A Founder of CORE Recalls Freedom Rides James Farmer was a co-founder of CORE, the Congress On Racial Equality, where he was national director from 1961-1966. In the 1960s, CORE helped organize the Freedom Rides movement against Jim Crow laws in the South. Farmer died in 1999. This interview was originally broadcast in 1985.
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A Founder of CORE Recalls Freedom Rides

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A Founder of CORE Recalls Freedom Rides

A Founder of CORE Recalls Freedom Rides

A Founder of CORE Recalls Freedom Rides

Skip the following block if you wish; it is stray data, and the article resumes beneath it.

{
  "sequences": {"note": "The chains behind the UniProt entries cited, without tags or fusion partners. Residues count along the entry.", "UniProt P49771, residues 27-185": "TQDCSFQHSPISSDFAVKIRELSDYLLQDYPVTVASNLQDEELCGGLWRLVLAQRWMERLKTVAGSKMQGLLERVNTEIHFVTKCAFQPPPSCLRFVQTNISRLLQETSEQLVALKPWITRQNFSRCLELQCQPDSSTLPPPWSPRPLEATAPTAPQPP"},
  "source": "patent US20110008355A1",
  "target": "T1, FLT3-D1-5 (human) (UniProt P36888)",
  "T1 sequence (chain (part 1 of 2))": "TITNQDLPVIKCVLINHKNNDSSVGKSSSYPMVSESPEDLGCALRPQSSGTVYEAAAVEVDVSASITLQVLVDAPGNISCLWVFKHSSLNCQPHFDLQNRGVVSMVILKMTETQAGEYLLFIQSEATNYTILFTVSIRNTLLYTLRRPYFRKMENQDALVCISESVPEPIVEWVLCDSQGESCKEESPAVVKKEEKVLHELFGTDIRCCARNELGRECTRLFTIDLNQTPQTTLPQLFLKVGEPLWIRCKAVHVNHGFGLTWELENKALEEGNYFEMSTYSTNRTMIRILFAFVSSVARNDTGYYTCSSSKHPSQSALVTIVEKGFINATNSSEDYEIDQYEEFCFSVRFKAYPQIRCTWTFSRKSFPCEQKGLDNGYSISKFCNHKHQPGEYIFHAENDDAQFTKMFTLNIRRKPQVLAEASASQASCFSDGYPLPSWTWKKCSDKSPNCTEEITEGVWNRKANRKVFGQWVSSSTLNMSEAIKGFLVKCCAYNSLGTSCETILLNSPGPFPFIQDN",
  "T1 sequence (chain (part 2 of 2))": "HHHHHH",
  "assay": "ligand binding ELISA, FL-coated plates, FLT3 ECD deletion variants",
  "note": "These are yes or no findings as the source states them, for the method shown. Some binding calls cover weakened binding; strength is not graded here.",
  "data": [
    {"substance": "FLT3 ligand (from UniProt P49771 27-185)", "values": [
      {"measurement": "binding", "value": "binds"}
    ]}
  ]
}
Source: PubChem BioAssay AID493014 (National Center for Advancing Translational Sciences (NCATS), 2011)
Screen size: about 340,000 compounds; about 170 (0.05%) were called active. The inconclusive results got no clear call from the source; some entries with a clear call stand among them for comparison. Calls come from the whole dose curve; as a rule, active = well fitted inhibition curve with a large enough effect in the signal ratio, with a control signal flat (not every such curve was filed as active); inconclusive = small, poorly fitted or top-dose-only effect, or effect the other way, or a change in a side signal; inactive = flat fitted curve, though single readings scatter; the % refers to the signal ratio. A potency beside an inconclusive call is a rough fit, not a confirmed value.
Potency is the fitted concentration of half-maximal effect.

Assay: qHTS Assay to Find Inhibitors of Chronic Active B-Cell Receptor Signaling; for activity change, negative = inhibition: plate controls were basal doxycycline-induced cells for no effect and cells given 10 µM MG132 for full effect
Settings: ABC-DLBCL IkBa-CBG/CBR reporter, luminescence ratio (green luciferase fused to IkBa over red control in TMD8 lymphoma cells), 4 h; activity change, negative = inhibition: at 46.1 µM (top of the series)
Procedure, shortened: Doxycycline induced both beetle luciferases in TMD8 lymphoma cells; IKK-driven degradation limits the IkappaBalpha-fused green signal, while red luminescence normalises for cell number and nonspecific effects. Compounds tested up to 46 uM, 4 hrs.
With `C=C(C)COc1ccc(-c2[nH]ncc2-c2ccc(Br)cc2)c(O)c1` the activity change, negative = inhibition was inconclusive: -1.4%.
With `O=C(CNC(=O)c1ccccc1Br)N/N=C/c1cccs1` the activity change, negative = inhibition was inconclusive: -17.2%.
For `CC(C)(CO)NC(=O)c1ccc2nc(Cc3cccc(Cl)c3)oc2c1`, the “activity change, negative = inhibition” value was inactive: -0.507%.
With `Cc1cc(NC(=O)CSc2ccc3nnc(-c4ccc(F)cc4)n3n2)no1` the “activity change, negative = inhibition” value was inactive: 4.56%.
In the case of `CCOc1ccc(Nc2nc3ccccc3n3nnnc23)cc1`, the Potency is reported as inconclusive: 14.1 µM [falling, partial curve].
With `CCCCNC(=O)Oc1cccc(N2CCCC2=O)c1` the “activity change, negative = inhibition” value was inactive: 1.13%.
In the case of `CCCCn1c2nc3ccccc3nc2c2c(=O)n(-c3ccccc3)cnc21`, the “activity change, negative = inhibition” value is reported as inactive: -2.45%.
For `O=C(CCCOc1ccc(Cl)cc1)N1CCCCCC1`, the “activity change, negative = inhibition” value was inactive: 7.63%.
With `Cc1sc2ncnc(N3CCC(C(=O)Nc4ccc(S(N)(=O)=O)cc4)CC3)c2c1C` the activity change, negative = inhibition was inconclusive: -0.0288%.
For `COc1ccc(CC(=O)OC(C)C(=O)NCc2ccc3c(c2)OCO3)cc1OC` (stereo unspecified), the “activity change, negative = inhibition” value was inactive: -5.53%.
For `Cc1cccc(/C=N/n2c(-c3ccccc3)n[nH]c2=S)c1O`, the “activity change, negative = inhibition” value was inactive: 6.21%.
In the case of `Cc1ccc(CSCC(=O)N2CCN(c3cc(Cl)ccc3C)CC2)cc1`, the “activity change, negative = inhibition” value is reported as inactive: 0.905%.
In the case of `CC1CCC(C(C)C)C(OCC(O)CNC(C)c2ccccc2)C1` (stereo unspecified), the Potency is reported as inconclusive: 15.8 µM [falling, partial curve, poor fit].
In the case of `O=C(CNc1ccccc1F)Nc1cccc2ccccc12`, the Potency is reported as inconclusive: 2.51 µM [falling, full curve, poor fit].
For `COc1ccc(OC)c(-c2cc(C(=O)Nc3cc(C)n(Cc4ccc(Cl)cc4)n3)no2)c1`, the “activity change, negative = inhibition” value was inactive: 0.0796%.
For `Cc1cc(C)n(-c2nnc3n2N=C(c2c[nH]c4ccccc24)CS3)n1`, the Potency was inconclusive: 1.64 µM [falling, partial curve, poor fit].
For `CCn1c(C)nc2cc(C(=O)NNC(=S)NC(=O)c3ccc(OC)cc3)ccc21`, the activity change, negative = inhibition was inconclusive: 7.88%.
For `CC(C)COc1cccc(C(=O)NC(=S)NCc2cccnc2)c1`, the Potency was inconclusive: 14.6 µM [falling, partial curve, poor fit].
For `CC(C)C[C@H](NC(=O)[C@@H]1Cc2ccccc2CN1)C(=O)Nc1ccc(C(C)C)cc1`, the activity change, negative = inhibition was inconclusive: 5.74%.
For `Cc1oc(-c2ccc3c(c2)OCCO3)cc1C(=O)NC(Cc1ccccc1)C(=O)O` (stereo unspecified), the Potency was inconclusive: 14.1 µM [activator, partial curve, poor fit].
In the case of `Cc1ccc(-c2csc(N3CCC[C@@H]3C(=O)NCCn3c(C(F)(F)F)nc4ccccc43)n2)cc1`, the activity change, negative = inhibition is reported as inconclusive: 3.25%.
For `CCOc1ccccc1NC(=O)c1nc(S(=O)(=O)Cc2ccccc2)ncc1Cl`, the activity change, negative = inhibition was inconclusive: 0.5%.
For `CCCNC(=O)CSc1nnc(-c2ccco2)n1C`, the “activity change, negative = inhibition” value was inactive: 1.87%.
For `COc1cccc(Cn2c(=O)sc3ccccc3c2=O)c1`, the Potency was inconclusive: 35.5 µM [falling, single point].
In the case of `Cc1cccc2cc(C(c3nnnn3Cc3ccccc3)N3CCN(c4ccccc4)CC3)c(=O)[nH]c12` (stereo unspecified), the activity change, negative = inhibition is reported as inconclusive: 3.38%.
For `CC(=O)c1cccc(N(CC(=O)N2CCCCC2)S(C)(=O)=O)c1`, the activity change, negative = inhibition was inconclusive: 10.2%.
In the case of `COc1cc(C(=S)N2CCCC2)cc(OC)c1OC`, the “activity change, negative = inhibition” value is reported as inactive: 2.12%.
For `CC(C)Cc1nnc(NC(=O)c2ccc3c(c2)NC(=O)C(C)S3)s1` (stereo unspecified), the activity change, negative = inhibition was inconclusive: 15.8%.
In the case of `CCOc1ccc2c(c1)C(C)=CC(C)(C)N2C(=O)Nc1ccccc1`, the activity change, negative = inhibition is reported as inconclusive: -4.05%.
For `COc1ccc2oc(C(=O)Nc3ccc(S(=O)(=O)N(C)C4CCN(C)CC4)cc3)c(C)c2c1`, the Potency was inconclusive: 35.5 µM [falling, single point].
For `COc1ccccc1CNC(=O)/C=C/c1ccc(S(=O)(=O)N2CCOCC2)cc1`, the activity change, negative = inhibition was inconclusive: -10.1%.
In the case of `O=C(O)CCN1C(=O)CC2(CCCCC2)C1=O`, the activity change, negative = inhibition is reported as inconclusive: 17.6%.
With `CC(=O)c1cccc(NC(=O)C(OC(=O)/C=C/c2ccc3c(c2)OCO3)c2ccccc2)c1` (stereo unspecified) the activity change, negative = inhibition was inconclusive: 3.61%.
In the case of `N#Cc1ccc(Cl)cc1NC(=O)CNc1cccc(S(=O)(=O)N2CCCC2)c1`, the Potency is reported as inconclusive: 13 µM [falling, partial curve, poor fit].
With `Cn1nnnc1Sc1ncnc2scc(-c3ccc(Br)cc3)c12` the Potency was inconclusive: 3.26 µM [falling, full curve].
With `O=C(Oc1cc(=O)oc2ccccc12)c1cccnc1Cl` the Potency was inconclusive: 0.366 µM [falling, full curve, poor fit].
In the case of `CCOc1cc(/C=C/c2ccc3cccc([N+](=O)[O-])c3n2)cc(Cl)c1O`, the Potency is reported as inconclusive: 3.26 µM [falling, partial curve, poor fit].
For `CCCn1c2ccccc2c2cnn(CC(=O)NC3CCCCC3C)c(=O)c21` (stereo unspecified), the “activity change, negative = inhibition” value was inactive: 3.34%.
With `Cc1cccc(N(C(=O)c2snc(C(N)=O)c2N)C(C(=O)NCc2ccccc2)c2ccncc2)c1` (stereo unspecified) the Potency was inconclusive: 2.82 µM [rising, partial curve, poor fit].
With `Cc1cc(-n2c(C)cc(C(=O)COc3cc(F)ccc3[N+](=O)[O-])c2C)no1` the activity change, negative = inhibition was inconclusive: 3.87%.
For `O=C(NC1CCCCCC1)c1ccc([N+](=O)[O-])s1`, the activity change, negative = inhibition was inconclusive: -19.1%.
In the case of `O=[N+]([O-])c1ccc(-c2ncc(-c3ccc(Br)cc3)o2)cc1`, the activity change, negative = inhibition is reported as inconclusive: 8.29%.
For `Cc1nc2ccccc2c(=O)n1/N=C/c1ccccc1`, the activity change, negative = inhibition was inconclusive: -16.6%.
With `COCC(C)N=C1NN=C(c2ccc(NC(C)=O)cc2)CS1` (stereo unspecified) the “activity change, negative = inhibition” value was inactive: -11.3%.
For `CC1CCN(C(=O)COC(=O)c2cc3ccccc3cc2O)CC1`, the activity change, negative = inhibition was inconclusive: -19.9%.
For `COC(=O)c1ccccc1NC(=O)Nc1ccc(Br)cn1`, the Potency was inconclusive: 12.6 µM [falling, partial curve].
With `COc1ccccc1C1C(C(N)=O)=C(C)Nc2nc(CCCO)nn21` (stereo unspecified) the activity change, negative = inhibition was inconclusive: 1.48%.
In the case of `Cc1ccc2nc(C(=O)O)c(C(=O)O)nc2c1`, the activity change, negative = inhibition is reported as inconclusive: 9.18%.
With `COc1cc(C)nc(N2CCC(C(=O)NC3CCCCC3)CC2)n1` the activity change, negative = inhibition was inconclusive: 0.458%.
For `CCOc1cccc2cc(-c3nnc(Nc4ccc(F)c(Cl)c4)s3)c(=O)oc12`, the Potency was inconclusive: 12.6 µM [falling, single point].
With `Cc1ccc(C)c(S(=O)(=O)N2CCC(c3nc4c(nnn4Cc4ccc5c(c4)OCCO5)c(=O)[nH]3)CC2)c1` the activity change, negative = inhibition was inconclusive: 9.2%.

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  • <iframe src="https://www.npr.org/player/embed/5151487/5151488" width="100%" height="290" frameborder="0" scrolling="no" title="NPR embedded audio player">

James Farmer was a co-founder of CORE, the Congress On Racial Equality. He served as its National Director from 1961-1966. In the 1960s, CORE was one of several civil rights groups that followed Gandhi's principles of non-violent resistance.

CORE also helped organize the Freedom Rides — multi-racial busloads of people traveling through the Deep South, making sure the Supreme Court's decisions on desegregation were being enforced. Farmer's long life as an advocate of civil rights was detailed in his autobiography, Lay Bare the Heart. Farmer died in 1999. This interview was originally broadcast in 1985.